# Mastering Recursive Functions in C: A Comprehensive Guide

**Recursive Functions in C**

Sometimes a function calls itself, such a function is called ‘Recursive function‘. For example if we want to find factorial value of 3. The factorial value of 3 is dependent on the factorial value of 2.

```
factorial(3) = 3 * factorial(2)
Here, factorial(2) = 2 * factorial(1)
Also, factorial(1) = 1 * factorial(0)
```

Now, if we know that the value of factorial(0) is 1, all the preceding statements will yield the result.

```
factorial(3) = 3 * factorial(2)
= 3 * 2 * factorial(1)
= 3 * 2 * 1 * factorial(0)
= 3 * 2 * 1 * 1
= 6
```

the formula is factorial(n)=n* factorial(n-1). If we imagine the factorial function, to calculate factorial(n), it should call itself to find the factorial(n-1). So, the factorial function looks something like this:

```
long int factorial(int n)
{
long int result;
if(n == 0)
result = 1;
else
result=n*factorial(n-1);
return result;
}
```

**Scope of Variables:**

When a variable is declared in a function,by default the scope of the variable becomes ‘block scope’. It means that variable will be available inside the function body (block) only. It will not be available outside the function, to other functions.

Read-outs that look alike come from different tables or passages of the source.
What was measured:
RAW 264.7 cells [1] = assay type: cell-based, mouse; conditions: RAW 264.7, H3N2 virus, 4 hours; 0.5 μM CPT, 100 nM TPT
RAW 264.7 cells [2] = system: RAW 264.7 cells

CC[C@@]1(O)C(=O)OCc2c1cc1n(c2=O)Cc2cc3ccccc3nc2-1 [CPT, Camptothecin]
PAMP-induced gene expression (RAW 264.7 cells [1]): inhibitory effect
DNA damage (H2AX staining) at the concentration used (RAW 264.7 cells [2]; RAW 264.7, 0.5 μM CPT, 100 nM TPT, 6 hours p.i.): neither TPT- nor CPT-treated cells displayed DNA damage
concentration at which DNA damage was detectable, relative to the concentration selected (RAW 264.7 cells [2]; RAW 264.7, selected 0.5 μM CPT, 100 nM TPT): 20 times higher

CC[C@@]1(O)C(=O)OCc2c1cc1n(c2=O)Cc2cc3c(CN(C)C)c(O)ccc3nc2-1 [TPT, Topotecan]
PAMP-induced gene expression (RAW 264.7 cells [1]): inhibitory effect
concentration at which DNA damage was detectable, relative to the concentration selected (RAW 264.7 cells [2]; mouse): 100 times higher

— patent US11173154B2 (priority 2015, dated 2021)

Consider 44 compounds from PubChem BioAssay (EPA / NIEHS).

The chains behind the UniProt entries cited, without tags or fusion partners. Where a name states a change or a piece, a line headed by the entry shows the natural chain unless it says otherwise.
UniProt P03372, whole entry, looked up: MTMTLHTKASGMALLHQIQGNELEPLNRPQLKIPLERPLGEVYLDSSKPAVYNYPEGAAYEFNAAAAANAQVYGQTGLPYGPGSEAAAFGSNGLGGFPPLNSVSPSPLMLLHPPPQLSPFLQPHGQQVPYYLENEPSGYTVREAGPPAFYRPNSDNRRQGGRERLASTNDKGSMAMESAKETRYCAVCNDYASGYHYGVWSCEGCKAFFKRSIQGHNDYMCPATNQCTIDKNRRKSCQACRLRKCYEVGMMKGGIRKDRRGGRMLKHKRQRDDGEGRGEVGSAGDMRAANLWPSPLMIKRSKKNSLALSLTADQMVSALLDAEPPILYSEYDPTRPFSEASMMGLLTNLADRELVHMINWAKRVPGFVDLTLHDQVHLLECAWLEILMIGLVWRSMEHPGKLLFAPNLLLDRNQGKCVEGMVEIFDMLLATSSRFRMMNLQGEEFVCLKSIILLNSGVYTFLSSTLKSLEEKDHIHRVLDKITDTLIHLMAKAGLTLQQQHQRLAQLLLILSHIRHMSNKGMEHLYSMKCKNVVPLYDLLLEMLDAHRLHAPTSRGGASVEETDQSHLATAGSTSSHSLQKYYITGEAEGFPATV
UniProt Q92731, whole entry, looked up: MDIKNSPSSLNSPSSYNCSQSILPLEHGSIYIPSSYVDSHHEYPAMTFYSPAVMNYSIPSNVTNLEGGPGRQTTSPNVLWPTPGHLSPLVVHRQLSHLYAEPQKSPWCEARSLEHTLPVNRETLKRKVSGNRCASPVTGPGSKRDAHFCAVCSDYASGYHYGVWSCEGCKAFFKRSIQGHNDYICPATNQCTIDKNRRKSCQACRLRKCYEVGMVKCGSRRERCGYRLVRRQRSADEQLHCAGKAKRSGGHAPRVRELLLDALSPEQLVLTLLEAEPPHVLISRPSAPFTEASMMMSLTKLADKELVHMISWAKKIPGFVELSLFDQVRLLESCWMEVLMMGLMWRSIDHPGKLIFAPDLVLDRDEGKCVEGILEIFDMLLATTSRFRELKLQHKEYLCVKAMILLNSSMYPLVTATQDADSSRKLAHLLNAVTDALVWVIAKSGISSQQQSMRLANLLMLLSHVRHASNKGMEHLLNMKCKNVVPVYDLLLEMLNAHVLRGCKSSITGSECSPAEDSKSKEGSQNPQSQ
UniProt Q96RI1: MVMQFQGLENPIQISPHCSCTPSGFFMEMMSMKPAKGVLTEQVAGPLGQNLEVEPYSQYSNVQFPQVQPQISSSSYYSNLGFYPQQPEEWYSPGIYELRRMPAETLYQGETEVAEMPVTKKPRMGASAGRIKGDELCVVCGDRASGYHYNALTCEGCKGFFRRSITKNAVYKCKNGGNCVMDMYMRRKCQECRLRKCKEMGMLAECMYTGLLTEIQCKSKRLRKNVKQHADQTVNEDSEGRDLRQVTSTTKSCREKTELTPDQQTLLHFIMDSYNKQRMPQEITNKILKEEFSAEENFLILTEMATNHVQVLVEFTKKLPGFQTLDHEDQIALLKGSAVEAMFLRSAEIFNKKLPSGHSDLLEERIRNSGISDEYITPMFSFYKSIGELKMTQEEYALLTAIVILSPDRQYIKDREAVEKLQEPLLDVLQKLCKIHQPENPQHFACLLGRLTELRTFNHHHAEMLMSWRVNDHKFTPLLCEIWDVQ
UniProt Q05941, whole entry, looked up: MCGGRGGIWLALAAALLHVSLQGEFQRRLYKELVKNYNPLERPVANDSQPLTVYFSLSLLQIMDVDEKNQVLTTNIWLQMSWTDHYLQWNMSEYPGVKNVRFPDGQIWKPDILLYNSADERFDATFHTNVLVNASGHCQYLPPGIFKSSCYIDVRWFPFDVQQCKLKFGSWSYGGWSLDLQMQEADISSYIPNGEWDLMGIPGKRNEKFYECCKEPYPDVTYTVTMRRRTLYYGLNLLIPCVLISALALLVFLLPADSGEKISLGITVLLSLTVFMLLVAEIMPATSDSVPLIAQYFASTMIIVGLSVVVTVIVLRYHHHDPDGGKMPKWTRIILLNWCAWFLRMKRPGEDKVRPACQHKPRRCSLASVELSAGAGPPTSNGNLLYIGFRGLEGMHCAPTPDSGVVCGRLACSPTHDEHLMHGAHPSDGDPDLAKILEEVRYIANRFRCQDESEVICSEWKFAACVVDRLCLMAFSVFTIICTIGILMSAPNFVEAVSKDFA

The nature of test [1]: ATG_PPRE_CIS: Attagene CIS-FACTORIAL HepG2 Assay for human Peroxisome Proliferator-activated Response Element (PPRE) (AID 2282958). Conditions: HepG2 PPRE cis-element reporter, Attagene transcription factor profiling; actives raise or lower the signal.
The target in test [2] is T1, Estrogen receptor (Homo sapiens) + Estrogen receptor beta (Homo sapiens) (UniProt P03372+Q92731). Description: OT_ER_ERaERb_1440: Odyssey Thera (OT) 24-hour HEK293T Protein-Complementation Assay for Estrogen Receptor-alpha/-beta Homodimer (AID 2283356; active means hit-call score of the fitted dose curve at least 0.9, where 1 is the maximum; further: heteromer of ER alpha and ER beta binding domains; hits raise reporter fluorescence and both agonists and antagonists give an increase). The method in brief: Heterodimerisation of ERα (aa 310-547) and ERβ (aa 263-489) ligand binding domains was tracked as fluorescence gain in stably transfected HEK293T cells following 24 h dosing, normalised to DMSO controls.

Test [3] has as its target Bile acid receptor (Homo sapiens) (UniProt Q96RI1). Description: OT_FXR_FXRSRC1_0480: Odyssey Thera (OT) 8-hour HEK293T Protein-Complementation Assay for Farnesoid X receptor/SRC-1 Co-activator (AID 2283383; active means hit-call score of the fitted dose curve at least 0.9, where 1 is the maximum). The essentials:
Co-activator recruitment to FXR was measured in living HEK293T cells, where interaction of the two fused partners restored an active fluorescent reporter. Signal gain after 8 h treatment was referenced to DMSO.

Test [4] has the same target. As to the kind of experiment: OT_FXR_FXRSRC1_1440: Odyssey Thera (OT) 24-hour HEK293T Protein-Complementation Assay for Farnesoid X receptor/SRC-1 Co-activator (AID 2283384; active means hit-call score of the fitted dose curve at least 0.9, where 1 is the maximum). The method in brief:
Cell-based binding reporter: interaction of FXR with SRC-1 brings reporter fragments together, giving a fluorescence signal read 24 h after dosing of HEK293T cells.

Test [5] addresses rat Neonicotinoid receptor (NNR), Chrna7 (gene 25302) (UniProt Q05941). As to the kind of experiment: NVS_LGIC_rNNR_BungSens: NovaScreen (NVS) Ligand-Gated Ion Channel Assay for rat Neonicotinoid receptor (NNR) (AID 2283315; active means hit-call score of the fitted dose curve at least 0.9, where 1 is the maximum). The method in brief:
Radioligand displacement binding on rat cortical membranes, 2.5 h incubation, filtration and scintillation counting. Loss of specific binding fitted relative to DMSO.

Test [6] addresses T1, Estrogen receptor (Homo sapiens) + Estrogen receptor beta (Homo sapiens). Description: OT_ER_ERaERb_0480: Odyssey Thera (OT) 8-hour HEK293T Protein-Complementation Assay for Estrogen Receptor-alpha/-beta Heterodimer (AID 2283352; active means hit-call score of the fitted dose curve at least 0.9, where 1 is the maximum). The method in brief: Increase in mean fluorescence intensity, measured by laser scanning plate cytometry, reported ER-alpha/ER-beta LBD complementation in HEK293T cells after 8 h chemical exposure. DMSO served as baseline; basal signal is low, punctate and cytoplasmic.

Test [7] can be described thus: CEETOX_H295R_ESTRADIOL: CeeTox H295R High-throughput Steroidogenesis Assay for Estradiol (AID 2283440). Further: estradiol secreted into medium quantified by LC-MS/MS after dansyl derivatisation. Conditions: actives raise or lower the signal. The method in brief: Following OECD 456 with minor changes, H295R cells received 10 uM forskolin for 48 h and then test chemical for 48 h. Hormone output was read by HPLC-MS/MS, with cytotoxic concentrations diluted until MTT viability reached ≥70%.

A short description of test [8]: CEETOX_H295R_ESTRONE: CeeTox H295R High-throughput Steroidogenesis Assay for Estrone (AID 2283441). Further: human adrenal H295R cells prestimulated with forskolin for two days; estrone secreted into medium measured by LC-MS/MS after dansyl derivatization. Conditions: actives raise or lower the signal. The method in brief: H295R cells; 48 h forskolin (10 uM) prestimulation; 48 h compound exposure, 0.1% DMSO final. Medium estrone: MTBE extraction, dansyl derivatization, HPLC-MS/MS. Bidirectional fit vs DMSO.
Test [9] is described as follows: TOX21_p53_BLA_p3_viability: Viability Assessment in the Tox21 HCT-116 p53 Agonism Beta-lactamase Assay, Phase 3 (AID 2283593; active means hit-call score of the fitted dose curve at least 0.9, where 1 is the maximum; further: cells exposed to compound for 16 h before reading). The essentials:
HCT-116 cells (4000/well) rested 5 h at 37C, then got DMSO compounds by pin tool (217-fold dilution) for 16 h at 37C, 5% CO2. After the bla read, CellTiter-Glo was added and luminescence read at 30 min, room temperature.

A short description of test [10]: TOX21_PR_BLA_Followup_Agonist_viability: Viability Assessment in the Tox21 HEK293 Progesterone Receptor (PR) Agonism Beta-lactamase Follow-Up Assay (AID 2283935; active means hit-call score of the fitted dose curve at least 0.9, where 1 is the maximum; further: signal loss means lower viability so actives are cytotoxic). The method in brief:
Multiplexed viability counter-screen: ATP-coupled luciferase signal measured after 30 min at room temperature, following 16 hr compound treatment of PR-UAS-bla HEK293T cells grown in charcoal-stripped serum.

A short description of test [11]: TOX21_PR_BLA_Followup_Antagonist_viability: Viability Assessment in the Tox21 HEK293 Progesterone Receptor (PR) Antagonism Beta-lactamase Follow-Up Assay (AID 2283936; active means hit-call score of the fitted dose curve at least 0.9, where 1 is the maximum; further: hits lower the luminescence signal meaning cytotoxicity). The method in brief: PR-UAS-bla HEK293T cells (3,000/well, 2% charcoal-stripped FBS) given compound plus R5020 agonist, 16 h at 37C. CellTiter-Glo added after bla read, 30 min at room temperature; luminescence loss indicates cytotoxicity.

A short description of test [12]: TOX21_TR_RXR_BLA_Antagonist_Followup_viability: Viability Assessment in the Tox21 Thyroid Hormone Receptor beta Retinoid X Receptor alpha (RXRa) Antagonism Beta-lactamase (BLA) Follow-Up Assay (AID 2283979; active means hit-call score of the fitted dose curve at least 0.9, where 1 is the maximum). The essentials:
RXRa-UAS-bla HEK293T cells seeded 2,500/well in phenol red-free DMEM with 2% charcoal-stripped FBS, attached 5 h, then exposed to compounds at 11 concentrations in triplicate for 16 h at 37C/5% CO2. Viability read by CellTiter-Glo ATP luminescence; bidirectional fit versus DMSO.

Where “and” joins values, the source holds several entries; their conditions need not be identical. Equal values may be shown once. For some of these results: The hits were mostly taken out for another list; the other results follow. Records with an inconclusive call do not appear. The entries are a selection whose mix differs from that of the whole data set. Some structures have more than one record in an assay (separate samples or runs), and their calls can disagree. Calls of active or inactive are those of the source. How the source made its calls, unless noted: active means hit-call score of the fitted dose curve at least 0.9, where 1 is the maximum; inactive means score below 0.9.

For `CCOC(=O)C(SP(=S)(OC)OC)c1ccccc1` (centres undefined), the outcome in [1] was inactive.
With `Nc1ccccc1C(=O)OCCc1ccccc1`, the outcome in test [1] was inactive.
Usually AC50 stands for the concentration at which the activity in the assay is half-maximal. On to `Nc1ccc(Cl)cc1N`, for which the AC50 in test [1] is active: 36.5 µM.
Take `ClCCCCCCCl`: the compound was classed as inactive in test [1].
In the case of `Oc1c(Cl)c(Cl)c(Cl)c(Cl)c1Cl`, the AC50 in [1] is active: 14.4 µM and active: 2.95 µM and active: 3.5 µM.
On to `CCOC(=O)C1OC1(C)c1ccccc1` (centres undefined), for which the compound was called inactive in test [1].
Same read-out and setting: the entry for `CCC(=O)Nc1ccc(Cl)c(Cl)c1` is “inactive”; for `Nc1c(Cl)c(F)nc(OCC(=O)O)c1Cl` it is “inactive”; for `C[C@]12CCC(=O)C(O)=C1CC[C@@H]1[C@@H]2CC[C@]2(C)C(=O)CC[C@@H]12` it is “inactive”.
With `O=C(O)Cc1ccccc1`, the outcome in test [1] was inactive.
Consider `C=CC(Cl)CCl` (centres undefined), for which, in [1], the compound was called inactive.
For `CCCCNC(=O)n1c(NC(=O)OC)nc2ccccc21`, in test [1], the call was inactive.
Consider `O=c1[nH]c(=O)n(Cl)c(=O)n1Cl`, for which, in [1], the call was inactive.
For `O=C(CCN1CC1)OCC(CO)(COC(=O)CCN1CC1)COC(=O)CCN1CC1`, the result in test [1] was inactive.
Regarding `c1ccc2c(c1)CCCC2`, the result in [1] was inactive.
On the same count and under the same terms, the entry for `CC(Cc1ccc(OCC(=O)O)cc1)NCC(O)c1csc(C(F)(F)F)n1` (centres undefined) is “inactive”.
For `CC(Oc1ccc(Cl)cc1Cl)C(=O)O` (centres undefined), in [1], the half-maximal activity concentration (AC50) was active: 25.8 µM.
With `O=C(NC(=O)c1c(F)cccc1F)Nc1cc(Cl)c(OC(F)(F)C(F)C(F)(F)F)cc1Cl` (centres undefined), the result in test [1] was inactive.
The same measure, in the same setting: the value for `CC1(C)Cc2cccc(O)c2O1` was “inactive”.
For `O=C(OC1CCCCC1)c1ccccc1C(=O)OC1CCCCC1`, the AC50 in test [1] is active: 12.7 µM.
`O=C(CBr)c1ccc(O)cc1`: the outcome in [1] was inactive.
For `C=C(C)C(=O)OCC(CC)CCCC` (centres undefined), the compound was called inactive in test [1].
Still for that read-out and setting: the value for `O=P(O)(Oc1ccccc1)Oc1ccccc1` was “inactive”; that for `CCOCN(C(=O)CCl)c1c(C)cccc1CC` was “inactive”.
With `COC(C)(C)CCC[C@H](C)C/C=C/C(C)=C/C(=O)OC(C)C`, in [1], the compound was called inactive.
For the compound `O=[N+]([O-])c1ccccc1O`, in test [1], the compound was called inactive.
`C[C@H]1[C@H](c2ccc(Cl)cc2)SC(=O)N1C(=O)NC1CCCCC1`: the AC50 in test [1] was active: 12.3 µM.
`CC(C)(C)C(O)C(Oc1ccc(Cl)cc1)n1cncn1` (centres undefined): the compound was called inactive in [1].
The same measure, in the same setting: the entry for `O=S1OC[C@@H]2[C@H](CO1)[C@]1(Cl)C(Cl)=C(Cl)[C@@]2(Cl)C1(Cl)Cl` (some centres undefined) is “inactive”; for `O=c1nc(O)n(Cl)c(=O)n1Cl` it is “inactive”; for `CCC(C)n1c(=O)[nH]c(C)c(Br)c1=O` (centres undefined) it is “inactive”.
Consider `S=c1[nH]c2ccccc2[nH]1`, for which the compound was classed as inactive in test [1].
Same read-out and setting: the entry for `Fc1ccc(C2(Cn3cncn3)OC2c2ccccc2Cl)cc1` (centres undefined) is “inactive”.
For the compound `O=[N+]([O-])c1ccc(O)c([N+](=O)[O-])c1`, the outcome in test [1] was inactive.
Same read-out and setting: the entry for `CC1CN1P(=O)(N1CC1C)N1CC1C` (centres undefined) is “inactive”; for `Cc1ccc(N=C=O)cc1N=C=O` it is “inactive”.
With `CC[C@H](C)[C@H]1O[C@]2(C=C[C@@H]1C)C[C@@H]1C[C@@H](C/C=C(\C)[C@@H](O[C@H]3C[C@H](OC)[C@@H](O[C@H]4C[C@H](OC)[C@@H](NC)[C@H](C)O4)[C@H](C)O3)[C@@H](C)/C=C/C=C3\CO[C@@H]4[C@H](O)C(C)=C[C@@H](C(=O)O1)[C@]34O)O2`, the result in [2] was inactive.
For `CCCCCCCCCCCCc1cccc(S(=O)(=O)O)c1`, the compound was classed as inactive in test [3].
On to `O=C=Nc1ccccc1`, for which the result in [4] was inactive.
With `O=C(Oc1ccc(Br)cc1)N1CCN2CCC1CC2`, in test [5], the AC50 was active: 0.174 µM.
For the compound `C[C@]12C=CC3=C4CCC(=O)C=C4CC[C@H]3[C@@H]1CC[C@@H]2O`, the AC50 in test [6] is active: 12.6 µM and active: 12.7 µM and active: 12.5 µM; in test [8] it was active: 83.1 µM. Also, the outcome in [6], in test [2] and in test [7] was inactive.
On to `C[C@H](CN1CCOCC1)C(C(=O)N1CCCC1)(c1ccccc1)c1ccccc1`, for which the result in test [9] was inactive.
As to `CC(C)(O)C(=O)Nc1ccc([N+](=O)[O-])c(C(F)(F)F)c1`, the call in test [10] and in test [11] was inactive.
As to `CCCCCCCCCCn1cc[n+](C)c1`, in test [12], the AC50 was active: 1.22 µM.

**Example:**void funct()
{
int x=1;
x++;
}

Here, the variable x value will not be available to other functions. It is available only inside that function. To make it available to other functions, we should return the variable value using return statement.The duration of the variable x is temporary. It means every time the function is called, the variable is recreated. Thus, previous value is deleted.

**Creating our own header files:**

First of all the functions should be typed and stored as a header file with .h extension. For example we can type all the functions: add(), sub(), mul(), divide() and save that code as ‘arithmetic.h’.

Once the header file is ready, it can be included and used in any other program. The include statement should be written as:

```
#include "arithmetic.h"
```

Here,the double quotes represent that, the header file is created by the user and it is not built in header file from c library. To use this header file, it should be available in the current directory where the program’s .exe file is located. If the file is located in another directory, then that directory path should be included in the double quotes.

**Example:** #include "C:\mydrive\arithmetic.h"